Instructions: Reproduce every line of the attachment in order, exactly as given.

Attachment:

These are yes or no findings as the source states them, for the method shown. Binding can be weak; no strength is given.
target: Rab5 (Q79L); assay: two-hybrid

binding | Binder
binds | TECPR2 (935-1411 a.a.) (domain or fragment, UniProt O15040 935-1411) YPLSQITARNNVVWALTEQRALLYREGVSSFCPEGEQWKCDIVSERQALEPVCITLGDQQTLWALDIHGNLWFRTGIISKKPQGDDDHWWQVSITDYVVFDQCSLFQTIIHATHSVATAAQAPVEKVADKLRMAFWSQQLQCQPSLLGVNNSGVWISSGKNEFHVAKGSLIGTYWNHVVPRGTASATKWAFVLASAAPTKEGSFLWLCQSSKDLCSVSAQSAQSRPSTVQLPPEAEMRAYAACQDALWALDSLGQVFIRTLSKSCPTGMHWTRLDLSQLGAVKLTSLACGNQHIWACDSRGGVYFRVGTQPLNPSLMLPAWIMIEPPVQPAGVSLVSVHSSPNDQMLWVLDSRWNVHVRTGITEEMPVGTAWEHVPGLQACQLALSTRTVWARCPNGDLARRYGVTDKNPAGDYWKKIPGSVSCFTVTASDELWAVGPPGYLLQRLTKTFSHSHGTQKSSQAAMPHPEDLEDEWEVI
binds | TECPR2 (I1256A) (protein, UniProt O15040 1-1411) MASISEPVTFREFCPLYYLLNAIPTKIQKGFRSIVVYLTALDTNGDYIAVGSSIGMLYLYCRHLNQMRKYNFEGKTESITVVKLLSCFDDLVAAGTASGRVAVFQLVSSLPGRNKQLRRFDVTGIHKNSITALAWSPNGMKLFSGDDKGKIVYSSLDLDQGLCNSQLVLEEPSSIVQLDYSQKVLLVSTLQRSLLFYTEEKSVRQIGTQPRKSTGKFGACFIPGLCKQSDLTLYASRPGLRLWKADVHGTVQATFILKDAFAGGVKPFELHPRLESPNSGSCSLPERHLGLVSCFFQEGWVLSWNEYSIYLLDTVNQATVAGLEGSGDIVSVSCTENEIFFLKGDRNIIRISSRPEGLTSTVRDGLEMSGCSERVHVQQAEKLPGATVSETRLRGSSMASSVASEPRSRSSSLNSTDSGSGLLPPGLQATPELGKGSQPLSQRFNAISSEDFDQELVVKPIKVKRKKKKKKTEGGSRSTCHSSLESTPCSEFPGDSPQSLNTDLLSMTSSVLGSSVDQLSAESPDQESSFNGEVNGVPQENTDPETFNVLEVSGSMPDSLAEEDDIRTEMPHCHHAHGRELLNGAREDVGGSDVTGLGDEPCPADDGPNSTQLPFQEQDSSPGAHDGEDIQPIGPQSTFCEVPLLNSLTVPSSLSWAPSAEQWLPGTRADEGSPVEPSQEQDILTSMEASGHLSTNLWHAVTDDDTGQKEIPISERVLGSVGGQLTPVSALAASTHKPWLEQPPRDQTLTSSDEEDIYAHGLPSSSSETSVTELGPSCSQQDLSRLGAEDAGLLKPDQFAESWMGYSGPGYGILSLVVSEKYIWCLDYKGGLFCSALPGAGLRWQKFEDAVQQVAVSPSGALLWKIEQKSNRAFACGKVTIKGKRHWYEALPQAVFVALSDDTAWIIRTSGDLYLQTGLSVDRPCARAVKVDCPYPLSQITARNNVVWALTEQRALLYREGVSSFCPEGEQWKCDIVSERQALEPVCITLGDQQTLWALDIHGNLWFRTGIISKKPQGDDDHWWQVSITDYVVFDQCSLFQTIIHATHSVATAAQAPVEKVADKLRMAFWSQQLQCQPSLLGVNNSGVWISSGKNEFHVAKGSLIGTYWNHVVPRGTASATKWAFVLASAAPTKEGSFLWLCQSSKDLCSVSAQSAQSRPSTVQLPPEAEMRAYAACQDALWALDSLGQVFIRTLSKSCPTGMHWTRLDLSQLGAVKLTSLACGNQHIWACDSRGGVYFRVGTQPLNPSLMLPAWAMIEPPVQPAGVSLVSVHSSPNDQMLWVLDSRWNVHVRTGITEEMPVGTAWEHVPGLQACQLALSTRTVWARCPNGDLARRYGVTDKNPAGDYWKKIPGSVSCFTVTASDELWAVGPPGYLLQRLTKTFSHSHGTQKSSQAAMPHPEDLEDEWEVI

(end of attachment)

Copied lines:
These are yes or no findings as the source states them, for the method shown. Binding can be weak; no strength is given.
target: Rab5 (Q79L); assay: two-hybrid

binding | Binder
binds | TECPR2 (935-1411 a.a.) (domain or fragment, UniProt O15040 935-1411) YPLSQITARNNVVWALTEQRALLYREGVSSFCPEGEQWKCDIVSERQALEPVCITLGDQQTLWALDIHGNLWFRTGIISKKPQGDDDHWWQVSITDYVVFDQCSLFQTIIHATHSVATAAQAPVEKVADKLRMAFWSQQLQCQPSLLGVNNSGVWISSGKNEFHVAKGSLIGTYWNHVVPRGTASATKWAFVLASAAPTKEGSFLWLCQSSKDLCSVSAQSAQSRPSTVQLPPEAEMRAYAACQDALWALDSLGQVFIRTLSKSCPTGMHWTRLDLSQLGAVKLTSLACGNQHIWACDSRGGVYFRVGTQPLNPSLMLPAWIMIEPPVQPAGVSLVSVHSSPNDQMLWVLDSRWNVHVRTGITEEMPVGTAWEHVPGLQACQLALSTRTVWARCPNGDLARRYGVTDKNPAGDYWKKIPGSVSCFTVTASDELWAVGPPGYLLQRLTKTFSHSHGTQKSSQAAMPHPEDLEDEWEVI
binds | TECPR2 (I1256A) (protein, UniProt O15040 1-1411) MASISEPVTFREFCPLYYLLNAIPTKIQKGFRSIVVYLTALDTNGDYIAVGSSIGMLYLYCRHLNQMRKYNFEGKTESITVVKLLSCFDDLVAAGTASGRVAVFQLVSSLPGRNKQLRRFDVTGIHKNSITALAWSPNGMKLFSGDDKGKIVYSSLDLDQGLCNSQLVLEEPSSIVQLDYSQKVLLVSTLQRSLLFYTEEKSVRQIGTQPRKSTGKFGACFIPGLCKQSDLTLYASRPGLRLWKADVHGTVQATFILKDAFAGGVKPFELHPRLESPNSGSCSLPERHLGLVSCFFQEGWVLSWNEYSIYLLDTVNQATVAGLEGSGDIVSVSCTENEIFFLKGDRNIIRISSRPEGLTSTVRDGLEMSGCSERVHVQQAEKLPGATVSETRLRGSSMASSVASEPRSRSSSLNSTDSGSGLLPPGLQATPELGKGSQPLSQRFNAISSEDFDQELVVKPIKVKRKKKKKKTEGGSRSTCHSSLESTPCSEFPGDSPQSLNTDLLSMTSSVLGSSVDQLSAESPDQESSFNGEVNGVPQENTDPETFNVLEVSGSMPDSLAEEDDIRTEMPHCHHAHGRELLNGAREDVGGSDVTGLGDEPCPADDGPNSTQLPFQEQDSSPGAHDGEDIQPIGPQSTFCEVPLLNSLTVPSSLSWAPSAEQWLPGTRADEGSPVEPSQEQDILTSMEASGHLSTNLWHAVTDDDTGQKEIPISERVLGSVGGQLTPVSALAASTHKPWLEQPPRDQTLTSSDEEDIYAHGLPSSSSETSVTELGPSCSQQDLSRLGAEDAGLLKPDQFAESWMGYSGPGYGILSLVVSEKYIWCLDYKGGLFCSALPGAGLRWQKFEDAVQQVAVSPSGALLWKIEQKSNRAFACGKVTIKGKRHWYEALPQAVFVALSDDTAWIIRTSGDLYLQTGLSVDRPCARAVKVDCPYPLSQITARNNVVWALTEQRALLYREGVSSFCPEGEQWKCDIVSERQALEPVCITLGDQQTLWALDIHGNLWFRTGIISKKPQGDDDHWWQVSITDYVVFDQCSLFQTIIHATHSVATAAQAPVEKVADKLRMAFWSQQLQCQPSLLGVNNSGVWISSGKNEFHVAKGSLIGTYWNHVVPRGTASATKWAFVLASAAPTKEGSFLWLCQSSKDLCSVSAQSAQSRPSTVQLPPEAEMRAYAACQDALWALDSLGQVFIRTLSKSCPTGMHWTRLDLSQLGAVKLTSLACGNQHIWACDSRGGVYFRVGTQPLNPSLMLPAWAMIEPPVQPAGVSLVSVHSSPNDQMLWVLDSRWNVHVRTGITEEMPVGTAWEHVPGLQACQLALSTRTVWARCPNGDLARRYGVTDKNPAGDYWKKIPGSVSCFTVTASDELWAVGPPGYLLQRLTKTFSHSHGTQKSSQAAMPHPEDLEDEWEVI